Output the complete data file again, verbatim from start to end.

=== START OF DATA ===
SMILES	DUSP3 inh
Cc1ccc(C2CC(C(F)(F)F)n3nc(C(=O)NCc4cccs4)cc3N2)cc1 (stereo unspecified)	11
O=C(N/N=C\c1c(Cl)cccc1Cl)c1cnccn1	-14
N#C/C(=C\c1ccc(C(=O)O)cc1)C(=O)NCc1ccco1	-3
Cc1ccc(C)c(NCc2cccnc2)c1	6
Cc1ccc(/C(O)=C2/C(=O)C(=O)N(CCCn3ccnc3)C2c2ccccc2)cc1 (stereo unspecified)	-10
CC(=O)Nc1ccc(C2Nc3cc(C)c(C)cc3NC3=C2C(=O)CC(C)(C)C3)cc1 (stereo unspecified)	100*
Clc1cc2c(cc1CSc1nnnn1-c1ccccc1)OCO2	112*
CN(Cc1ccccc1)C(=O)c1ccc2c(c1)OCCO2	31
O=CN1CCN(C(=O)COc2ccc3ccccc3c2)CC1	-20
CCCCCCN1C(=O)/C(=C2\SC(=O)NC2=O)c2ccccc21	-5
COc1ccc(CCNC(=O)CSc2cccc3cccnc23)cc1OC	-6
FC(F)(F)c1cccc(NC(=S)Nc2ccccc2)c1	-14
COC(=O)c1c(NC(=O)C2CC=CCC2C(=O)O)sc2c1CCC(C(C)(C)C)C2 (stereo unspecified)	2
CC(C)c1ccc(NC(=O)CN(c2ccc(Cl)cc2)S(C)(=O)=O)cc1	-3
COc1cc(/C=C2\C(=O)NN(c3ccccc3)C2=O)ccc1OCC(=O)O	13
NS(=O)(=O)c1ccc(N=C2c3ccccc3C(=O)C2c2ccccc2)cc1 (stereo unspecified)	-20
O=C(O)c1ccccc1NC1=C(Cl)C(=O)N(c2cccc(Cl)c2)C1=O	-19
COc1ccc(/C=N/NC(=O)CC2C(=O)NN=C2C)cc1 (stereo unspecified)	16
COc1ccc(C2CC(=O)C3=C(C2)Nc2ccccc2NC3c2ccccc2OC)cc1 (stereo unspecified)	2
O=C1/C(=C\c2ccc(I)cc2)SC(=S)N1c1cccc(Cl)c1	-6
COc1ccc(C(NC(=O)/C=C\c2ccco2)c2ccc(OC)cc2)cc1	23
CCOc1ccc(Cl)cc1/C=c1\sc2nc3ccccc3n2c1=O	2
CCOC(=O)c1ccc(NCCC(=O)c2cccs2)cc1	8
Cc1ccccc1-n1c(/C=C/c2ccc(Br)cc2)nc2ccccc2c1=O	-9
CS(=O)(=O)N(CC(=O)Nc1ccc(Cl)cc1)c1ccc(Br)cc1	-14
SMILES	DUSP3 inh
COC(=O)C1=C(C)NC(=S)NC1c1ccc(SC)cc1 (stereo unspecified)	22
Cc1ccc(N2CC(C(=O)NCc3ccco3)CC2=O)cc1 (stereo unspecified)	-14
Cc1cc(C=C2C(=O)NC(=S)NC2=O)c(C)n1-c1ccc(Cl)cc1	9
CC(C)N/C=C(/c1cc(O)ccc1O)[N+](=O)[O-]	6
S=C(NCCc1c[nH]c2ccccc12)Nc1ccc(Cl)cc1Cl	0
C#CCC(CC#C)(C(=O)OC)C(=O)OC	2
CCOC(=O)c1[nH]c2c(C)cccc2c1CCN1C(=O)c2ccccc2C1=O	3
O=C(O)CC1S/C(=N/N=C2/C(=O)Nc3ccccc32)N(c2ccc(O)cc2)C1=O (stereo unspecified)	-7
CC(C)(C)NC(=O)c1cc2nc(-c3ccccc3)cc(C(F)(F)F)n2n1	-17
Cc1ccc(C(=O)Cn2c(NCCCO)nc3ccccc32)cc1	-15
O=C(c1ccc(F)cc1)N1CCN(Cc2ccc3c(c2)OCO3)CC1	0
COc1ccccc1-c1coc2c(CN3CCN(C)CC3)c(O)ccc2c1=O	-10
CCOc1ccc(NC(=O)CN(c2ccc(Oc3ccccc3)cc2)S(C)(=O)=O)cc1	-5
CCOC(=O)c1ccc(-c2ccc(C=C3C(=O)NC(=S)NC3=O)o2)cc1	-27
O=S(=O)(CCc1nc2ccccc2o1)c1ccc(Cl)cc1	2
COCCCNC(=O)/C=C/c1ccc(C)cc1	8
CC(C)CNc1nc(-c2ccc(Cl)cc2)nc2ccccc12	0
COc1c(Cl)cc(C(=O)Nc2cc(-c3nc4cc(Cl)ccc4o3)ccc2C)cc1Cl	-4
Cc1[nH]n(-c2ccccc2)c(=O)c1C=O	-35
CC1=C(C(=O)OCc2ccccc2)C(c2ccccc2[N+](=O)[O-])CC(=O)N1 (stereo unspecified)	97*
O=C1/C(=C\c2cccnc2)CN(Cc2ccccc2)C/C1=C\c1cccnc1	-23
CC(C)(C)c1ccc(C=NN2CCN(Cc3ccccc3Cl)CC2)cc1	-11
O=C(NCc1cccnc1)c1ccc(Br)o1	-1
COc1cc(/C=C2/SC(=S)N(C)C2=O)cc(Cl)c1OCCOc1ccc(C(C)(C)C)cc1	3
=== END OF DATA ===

SMILES	DUSP3 inh
Cc1ccc(C2CC(C(F)(F)F)n3nc(C(=O)NCc4cccs4)cc3N2)cc1 (stereo unspecified)	11
O=C(N/N=C\c1c(Cl)cccc1Cl)c1cnccn1	-14
N#C/C(=C\c1ccc(C(=O)O)cc1)C(=O)NCc1ccco1	-3
Cc1ccc(C)c(NCc2cccnc2)c1	6
Cc1ccc(/C(O)=C2/C(=O)C(=O)N(CCCn3ccnc3)C2c2ccccc2)cc1 (stereo unspecified)	-10
CC(=O)Nc1ccc(C2Nc3cc(C)c(C)cc3NC3=C2C(=O)CC(C)(C)C3)cc1 (stereo unspecified)	100*
Clc1cc2c(cc1CSc1nnnn1-c1ccccc1)OCO2	112*
CN(Cc1ccccc1)C(=O)c1ccc2c(c1)OCCO2	31
O=CN1CCN(C(=O)COc2ccc3ccccc3c2)CC1	-20
CCCCCCN1C(=O)/C(=C2\SC(=O)NC2=O)c2ccccc21	-5
COc1ccc(CCNC(=O)CSc2cccc3cccnc23)cc1OC	-6
FC(F)(F)c1cccc(NC(=S)Nc2ccccc2)c1	-14
COC(=O)c1c(NC(=O)C2CC=CCC2C(=O)O)sc2c1CCC(C(C)(C)C)C2 (stereo unspecified)	2
CC(C)c1ccc(NC(=O)CN(c2ccc(Cl)cc2)S(C)(=O)=O)cc1	-3
COc1cc(/C=C2\C(=O)NN(c3ccccc3)C2=O)ccc1OCC(=O)O	13
NS(=O)(=O)c1ccc(N=C2c3ccccc3C(=O)C2c2ccccc2)cc1 (stereo unspecified)	-20
O=C(O)c1ccccc1NC1=C(Cl)C(=O)N(c2cccc(Cl)c2)C1=O	-19
COc1ccc(/C=N/NC(=O)CC2C(=O)NN=C2C)cc1 (stereo unspecified)	16
COc1ccc(C2CC(=O)C3=C(C2)Nc2ccccc2NC3c2ccccc2OC)cc1 (stereo unspecified)	2
O=C1/C(=C\c2ccc(I)cc2)SC(=S)N1c1cccc(Cl)c1	-6
COc1ccc(C(NC(=O)/C=C\c2ccco2)c2ccc(OC)cc2)cc1	23
CCOc1ccc(Cl)cc1/C=c1\sc2nc3ccccc3n2c1=O	2
CCOC(=O)c1ccc(NCCC(=O)c2cccs2)cc1	8
Cc1ccccc1-n1c(/C=C/c2ccc(Br)cc2)nc2ccccc2c1=O	-9
CS(=O)(=O)N(CC(=O)Nc1ccc(Cl)cc1)c1ccc(Br)cc1	-14
SMILES	DUSP3 inh
COC(=O)C1=C(C)NC(=S)NC1c1ccc(SC)cc1 (stereo unspecified)	22
Cc1ccc(N2CC(C(=O)NCc3ccco3)CC2=O)cc1 (stereo unspecified)	-14
Cc1cc(C=C2C(=O)NC(=S)NC2=O)c(C)n1-c1ccc(Cl)cc1	9
CC(C)N/C=C(/c1cc(O)ccc1O)[N+](=O)[O-]	6
S=C(NCCc1c[nH]c2ccccc12)Nc1ccc(Cl)cc1Cl	0
C#CCC(CC#C)(C(=O)OC)C(=O)OC	2
CCOC(=O)c1[nH]c2c(C)cccc2c1CCN1C(=O)c2ccccc2C1=O	3
O=C(O)CC1S/C(=N/N=C2/C(=O)Nc3ccccc32)N(c2ccc(O)cc2)C1=O (stereo unspecified)	-7
CC(C)(C)NC(=O)c1cc2nc(-c3ccccc3)cc(C(F)(F)F)n2n1	-17
Cc1ccc(C(=O)Cn2c(NCCCO)nc3ccccc32)cc1	-15
O=C(c1ccc(F)cc1)N1CCN(Cc2ccc3c(c2)OCO3)CC1	0
COc1ccccc1-c1coc2c(CN3CCN(C)CC3)c(O)ccc2c1=O	-10
CCOc1ccc(NC(=O)CN(c2ccc(Oc3ccccc3)cc2)S(C)(=O)=O)cc1	-5
CCOC(=O)c1ccc(-c2ccc(C=C3C(=O)NC(=S)NC3=O)o2)cc1	-27
O=S(=O)(CCc1nc2ccccc2o1)c1ccc(Cl)cc1	2
COCCCNC(=O)/C=C/c1ccc(C)cc1	8
CC(C)CNc1nc(-c2ccc(Cl)cc2)nc2ccccc12	0
COc1c(Cl)cc(C(=O)Nc2cc(-c3nc4cc(Cl)ccc4o3)ccc2C)cc1Cl	-4
Cc1[nH]n(-c2ccccc2)c(=O)c1C=O	-35
CC1=C(C(=O)OCc2ccccc2)C(c2ccccc2[N+](=O)[O-])CC(=O)N1 (stereo unspecified)	97*
O=C1/C(=C\c2cccnc2)CN(Cc2ccccc2)C/C1=C\c1cccnc1	-23
CC(C)(C)c1ccc(C=NN2CCN(Cc3ccccc3Cl)CC2)cc1	-11
O=C(NCc1cccnc1)c1ccc(Br)o1	-1
COc1cc(/C=C2/SC(=S)N(C)C2=O)cc(Cl)c1OCCOc1ccc(C(C)(C)C)cc1	3